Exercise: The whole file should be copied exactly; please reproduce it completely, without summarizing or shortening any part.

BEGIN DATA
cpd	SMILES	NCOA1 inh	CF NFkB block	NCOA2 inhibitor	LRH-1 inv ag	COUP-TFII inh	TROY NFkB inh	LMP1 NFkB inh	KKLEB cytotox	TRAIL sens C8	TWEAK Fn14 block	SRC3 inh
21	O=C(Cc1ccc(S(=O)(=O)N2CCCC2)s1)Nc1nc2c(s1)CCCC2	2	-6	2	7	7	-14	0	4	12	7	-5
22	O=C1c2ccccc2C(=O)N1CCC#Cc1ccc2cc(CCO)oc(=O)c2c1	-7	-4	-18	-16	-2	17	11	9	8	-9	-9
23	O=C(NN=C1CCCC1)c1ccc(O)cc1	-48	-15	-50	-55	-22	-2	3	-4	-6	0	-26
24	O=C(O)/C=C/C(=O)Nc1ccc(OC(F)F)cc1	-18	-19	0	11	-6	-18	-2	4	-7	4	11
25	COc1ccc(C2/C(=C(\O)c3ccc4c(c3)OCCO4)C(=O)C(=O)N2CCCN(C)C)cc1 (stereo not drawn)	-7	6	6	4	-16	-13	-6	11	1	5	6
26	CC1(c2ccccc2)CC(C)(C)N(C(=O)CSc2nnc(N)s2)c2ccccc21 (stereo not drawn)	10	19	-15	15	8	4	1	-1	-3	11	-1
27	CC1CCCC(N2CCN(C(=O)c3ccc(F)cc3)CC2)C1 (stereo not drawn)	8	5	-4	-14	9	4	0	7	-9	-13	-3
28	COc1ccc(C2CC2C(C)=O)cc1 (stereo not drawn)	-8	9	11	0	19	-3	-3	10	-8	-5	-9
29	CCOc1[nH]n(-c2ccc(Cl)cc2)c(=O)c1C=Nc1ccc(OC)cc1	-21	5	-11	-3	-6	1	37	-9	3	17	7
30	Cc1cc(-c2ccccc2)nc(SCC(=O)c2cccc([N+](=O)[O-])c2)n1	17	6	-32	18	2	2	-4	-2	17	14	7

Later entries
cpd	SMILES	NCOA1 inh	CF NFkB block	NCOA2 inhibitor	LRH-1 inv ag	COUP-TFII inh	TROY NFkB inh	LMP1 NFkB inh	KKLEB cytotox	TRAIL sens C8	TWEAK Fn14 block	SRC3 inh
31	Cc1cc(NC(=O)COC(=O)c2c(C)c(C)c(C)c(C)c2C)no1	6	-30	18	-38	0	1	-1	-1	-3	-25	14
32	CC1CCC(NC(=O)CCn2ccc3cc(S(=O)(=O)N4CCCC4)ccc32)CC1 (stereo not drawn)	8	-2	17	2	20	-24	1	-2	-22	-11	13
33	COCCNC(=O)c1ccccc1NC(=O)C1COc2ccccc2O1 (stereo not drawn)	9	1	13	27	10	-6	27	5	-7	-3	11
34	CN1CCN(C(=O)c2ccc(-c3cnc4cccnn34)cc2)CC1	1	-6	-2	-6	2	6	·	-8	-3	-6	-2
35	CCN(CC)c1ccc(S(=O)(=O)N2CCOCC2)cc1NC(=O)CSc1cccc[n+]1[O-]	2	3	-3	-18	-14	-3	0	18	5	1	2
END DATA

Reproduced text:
cpd	SMILES	NCOA1 inh	CF NFkB block	NCOA2 inhibitor	LRH-1 inv ag	COUP-TFII inh	TROY NFkB inh	LMP1 NFkB inh	KKLEB cytotox	TRAIL sens C8	TWEAK Fn14 block	SRC3 inh
21	O=C(Cc1ccc(S(=O)(=O)N2CCCC2)s1)Nc1nc2c(s1)CCCC2	2	-6	2	7	7	-14	0	4	12	7	-5
22	O=C1c2ccccc2C(=O)N1CCC#Cc1ccc2cc(CCO)oc(=O)c2c1	-7	-4	-18	-16	-2	17	11	9	8	-9	-9
23	O=C(NN=C1CCCC1)c1ccc(O)cc1	-48	-15	-50	-55	-22	-2	3	-4	-6	0	-26
24	O=C(O)/C=C/C(=O)Nc1ccc(OC(F)F)cc1	-18	-19	0	11	-6	-18	-2	4	-7	4	11
25	COc1ccc(C2/C(=C(\O)c3ccc4c(c3)OCCO4)C(=O)C(=O)N2CCCN(C)C)cc1 (stereo not drawn)	-7	6	6	4	-16	-13	-6	11	1	5	6
26	CC1(c2ccccc2)CC(C)(C)N(C(=O)CSc2nnc(N)s2)c2ccccc21 (stereo not drawn)	10	19	-15	15	8	4	1	-1	-3	11	-1
27	CC1CCCC(N2CCN(C(=O)c3ccc(F)cc3)CC2)C1 (stereo not drawn)	8	5	-4	-14	9	4	0	7	-9	-13	-3
28	COc1ccc(C2CC2C(C)=O)cc1 (stereo not drawn)	-8	9	11	0	19	-3	-3	10	-8	-5	-9
29	CCOc1[nH]n(-c2ccc(Cl)cc2)c(=O)c1C=Nc1ccc(OC)cc1	-21	5	-11	-3	-6	1	37	-9	3	17	7
30	Cc1cc(-c2ccccc2)nc(SCC(=O)c2cccc([N+](=O)[O-])c2)n1	17	6	-32	18	2	2	-4	-2	17	14	7

Later entries
cpd	SMILES	NCOA1 inh	CF NFkB block	NCOA2 inhibitor	LRH-1 inv ag	COUP-TFII inh	TROY NFkB inh	LMP1 NFkB inh	KKLEB cytotox	TRAIL sens C8	TWEAK Fn14 block	SRC3 inh
31	Cc1cc(NC(=O)COC(=O)c2c(C)c(C)c(C)c(C)c2C)no1	6	-30	18	-38	0	1	-1	-1	-3	-25	14
32	CC1CCC(NC(=O)CCn2ccc3cc(S(=O)(=O)N4CCCC4)ccc32)CC1 (stereo not drawn)	8	-2	17	2	20	-24	1	-2	-22	-11	13
33	COCCNC(=O)c1ccccc1NC(=O)C1COc2ccccc2O1 (stereo not drawn)	9	1	13	27	10	-6	27	5	-7	-3	11
34	CN1CCN(C(=O)c2ccc(-c3cnc4cccnn34)cc2)CC1	1	-6	-2	-6	2	6	·	-8	-3	-6	-2
35	CCN(CC)c1ccc(S(=O)(=O)N2CCOCC2)cc1NC(=O)CSc1cccc[n+]1[O-]	2	3	-3	-18	-14	-3	0	18	5	1	2